Brooklyn Nets player Kyrie Irving has been under fire for over a week for posting a link to a documentary many describe as antisemitic. After being suspended on Thursday, Nov. 3, Irving apologized. That didn’t stop Nike from severing its relationship with Irving and canceling the latest release of his signature shoe.
“At Nike, we believe there is no place for hate speech and we condemn any form of antisemitism. To that end, we’ve made the decision to suspend our relationship with Kyrie Irving effective immediately and will no longer launch the Kyrie 8,” Nike said in a statement. “We are deeply saddened and disappointed by the situation and its impact on everyone.”
Some Black Americans say Irving didn’t owe anyone an apology for standing on his views and are calling for a boycott of the Nets, NBA and Nike for what they believe is unjust censorship.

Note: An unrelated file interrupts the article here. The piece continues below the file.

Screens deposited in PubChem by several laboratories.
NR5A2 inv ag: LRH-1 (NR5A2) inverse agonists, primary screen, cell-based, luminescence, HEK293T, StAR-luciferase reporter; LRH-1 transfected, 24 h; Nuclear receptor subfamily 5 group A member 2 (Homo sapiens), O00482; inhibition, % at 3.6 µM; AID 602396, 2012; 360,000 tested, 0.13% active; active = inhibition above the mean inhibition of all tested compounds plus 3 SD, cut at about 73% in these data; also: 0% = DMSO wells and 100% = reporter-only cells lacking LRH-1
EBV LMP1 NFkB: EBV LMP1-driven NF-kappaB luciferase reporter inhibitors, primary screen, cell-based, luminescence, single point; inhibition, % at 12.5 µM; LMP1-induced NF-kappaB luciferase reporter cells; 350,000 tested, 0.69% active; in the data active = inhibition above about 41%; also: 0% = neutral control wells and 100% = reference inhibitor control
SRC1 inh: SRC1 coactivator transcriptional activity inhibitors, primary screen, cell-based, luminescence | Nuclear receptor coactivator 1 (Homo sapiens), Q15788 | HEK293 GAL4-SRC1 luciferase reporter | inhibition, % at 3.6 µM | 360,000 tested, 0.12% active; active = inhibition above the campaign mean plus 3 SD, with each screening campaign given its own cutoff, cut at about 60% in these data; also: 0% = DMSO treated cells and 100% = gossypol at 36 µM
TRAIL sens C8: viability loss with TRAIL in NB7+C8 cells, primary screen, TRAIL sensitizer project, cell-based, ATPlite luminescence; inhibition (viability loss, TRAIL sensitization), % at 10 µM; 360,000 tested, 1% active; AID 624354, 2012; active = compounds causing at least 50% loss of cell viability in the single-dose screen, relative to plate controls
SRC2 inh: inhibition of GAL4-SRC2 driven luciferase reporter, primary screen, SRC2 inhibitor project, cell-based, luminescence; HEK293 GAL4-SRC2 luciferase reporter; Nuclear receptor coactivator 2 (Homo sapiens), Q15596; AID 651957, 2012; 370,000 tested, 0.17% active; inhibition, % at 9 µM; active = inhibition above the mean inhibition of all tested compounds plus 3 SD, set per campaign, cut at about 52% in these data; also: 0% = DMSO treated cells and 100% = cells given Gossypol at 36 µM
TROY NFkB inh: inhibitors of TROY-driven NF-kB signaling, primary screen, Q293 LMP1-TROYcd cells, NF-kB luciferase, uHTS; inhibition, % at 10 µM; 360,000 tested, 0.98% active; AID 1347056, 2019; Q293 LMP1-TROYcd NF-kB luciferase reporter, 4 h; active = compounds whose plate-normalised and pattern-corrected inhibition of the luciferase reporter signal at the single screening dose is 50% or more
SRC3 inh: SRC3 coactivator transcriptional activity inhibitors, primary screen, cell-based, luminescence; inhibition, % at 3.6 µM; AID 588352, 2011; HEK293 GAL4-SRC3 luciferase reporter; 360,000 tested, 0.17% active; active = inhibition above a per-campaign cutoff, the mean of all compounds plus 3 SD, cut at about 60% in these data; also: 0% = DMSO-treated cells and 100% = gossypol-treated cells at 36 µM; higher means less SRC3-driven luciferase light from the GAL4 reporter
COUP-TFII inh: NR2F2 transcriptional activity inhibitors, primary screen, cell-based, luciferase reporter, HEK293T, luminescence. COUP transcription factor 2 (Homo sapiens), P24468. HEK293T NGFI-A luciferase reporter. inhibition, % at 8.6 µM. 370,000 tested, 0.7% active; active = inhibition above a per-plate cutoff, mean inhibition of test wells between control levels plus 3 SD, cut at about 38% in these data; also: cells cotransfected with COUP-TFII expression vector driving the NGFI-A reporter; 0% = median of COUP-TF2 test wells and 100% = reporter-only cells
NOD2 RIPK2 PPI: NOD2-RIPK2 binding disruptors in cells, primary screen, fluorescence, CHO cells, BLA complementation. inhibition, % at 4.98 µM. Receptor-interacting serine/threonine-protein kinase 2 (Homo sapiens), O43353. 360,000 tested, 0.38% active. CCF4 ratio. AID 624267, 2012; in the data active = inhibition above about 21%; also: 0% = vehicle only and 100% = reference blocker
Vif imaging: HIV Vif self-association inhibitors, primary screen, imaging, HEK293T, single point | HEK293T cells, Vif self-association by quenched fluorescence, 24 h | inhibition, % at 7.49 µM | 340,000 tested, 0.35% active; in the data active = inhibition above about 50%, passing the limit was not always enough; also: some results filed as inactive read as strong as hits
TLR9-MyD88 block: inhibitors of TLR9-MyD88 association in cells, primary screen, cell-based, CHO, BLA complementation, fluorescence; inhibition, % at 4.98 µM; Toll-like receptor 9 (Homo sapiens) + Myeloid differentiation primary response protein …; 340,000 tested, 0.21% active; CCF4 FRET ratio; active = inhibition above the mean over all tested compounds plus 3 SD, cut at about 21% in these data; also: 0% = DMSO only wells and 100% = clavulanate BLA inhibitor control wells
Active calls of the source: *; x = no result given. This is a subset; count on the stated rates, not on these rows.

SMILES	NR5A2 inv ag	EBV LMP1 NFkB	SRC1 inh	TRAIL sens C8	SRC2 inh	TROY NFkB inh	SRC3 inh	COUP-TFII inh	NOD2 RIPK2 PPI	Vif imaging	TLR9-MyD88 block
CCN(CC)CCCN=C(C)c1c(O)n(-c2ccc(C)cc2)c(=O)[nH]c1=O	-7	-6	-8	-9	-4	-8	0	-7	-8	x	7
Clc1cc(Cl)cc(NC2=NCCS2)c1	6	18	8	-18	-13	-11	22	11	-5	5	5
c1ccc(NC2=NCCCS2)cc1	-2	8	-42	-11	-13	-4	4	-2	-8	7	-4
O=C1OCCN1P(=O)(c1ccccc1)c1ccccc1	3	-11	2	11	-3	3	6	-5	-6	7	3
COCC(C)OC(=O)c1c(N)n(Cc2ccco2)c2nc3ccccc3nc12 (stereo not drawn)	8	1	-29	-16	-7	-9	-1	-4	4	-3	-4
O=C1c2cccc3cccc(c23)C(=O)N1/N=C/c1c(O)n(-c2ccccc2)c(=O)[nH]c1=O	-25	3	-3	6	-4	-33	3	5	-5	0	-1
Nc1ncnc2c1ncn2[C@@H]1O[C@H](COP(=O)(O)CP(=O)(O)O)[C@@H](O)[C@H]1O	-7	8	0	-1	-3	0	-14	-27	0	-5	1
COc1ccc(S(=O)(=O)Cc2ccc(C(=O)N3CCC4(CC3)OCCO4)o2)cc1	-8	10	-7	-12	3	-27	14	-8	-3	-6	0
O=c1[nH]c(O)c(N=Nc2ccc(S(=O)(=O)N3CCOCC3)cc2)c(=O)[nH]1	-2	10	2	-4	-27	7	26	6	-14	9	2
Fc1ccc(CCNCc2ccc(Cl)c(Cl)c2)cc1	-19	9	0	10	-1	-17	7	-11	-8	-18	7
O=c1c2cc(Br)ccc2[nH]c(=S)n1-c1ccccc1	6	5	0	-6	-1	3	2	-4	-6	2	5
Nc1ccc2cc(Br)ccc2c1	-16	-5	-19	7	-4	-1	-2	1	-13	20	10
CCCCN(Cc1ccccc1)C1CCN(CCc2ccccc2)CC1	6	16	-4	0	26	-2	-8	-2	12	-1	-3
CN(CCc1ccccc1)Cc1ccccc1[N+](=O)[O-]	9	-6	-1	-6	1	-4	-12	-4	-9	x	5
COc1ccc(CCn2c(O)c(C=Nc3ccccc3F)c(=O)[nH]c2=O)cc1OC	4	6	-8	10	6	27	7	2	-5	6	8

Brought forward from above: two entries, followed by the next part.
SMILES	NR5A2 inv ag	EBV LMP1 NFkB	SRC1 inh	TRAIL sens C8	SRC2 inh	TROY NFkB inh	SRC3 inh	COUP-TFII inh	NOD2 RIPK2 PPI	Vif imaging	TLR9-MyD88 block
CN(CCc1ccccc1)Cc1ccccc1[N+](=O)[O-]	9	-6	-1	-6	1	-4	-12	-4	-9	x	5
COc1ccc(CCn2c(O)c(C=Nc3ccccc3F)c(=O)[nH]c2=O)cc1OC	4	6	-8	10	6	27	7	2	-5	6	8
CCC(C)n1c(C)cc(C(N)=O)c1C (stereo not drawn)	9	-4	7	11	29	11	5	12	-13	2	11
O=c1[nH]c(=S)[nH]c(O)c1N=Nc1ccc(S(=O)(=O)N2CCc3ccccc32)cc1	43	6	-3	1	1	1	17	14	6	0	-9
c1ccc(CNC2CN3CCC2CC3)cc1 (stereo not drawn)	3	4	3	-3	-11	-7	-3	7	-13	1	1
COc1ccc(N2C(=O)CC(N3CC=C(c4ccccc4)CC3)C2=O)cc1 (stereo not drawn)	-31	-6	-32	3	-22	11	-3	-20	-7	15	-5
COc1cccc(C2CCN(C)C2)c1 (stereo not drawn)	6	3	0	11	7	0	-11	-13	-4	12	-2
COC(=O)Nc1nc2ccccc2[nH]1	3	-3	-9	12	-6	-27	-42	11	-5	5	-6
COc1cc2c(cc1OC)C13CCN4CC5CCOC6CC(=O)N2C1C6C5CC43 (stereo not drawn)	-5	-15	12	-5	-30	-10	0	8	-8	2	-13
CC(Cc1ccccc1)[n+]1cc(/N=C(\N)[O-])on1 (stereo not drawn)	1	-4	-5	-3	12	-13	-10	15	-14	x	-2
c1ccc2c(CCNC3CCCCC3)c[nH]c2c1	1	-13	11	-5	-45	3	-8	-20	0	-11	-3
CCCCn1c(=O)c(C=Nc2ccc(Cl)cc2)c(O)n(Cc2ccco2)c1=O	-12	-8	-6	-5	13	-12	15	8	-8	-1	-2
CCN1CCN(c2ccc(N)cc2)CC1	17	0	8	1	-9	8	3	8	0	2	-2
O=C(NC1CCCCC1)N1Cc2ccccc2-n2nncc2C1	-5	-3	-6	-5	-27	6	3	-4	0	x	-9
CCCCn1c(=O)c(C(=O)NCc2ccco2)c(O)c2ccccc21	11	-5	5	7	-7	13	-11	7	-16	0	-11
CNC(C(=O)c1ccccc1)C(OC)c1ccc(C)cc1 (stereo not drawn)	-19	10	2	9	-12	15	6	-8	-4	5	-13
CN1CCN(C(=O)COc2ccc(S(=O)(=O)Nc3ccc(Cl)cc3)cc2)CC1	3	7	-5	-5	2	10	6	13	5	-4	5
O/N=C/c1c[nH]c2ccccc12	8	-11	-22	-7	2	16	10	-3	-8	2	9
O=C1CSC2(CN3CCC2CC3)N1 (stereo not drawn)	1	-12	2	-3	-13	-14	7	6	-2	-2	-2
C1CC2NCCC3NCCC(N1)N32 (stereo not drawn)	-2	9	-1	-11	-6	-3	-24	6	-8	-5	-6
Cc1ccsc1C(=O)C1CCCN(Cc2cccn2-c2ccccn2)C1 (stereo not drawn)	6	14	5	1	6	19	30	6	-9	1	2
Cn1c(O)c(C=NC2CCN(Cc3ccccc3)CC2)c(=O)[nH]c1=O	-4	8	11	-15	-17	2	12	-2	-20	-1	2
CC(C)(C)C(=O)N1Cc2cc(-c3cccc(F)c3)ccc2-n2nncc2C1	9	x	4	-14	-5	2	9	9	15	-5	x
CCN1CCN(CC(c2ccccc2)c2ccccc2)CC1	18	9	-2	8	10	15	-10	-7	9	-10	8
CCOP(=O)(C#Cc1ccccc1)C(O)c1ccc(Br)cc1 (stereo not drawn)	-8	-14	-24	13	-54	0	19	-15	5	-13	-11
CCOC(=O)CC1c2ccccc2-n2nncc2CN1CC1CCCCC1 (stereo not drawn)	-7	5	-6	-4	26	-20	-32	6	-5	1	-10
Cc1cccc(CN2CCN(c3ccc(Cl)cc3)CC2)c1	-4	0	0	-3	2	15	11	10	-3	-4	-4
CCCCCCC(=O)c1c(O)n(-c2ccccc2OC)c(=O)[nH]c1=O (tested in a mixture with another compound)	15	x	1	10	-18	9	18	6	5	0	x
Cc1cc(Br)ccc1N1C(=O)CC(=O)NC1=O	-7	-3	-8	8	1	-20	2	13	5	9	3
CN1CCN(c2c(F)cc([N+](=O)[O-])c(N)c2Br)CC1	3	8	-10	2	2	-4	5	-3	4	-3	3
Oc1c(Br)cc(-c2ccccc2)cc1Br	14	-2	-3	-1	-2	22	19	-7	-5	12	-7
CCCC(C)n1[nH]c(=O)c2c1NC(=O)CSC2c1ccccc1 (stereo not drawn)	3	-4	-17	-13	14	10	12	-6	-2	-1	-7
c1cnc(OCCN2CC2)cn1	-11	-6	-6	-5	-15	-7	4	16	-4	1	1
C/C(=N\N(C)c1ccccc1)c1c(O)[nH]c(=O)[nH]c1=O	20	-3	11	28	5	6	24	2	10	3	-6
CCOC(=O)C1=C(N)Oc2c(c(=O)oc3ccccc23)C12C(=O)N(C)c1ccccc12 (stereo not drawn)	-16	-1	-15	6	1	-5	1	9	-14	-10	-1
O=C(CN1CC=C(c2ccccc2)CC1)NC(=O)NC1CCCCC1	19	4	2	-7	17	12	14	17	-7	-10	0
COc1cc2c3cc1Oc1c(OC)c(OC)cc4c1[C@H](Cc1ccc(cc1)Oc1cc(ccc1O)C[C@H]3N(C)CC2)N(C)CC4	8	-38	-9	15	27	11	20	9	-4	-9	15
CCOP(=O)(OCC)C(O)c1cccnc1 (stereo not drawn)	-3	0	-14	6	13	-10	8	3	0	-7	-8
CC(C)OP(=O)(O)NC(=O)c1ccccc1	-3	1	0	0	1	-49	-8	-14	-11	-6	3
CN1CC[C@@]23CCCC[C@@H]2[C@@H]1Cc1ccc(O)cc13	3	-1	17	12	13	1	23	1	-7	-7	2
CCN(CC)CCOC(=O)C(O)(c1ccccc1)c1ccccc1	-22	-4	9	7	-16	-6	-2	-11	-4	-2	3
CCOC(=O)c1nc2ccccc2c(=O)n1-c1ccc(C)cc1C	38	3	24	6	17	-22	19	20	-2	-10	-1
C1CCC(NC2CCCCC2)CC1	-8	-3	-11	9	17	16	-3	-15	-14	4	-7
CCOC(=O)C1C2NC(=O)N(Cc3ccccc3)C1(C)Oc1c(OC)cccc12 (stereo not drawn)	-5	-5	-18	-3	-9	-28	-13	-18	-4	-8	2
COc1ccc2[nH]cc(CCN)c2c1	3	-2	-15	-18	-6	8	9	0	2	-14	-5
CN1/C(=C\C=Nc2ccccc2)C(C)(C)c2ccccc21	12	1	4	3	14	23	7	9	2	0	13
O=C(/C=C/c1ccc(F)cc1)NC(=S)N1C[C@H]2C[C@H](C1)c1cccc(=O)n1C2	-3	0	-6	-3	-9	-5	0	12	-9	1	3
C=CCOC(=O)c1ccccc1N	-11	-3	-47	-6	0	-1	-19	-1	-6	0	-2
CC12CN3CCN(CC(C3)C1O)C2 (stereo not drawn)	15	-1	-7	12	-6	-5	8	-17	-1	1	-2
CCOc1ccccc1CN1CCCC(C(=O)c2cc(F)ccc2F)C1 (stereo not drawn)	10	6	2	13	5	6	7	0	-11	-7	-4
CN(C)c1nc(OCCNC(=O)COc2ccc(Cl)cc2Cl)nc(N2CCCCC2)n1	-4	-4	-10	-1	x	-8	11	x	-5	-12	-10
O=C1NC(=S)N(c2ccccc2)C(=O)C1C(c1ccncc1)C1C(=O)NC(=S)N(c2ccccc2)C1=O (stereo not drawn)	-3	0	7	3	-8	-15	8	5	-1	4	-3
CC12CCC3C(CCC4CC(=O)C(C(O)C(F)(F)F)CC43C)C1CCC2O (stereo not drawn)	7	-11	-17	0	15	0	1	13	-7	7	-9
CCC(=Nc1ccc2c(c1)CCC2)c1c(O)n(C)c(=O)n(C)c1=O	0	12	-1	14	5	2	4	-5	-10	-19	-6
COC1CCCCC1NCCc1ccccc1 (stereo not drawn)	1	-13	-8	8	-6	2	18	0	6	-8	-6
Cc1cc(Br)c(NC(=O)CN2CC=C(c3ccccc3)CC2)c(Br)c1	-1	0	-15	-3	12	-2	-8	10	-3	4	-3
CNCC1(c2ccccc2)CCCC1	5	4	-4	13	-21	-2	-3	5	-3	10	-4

“I was a @BrooklynNets fan. I’ve been a fan of the @NBA my entire life. But until the Net and the NBA issue a public apology for the censuring, erasure and silencing of @KyrieIrving I will no longer watch and will be canceling my league pas,” @TonyBlount wrote in a Twitter thread.
“Black (American Freedmen especially) men have a right to have a voice. And Have a right to dissent with the status quo. What you are seeing in real time is the truth in Kanye’s statement that Jewish Americans control media,” Blunt continued.
“Boycott the NBA cause now they tryna make examples to keep Brothers from speaking,” @DaGodGotSwagga4$ale tweeted. “Y’all are more than basketball players/ entertainers man. Y’all hold the power not the league. Y’all don’t play nobody eats! Remember that!! Suspended for speaking his mind!”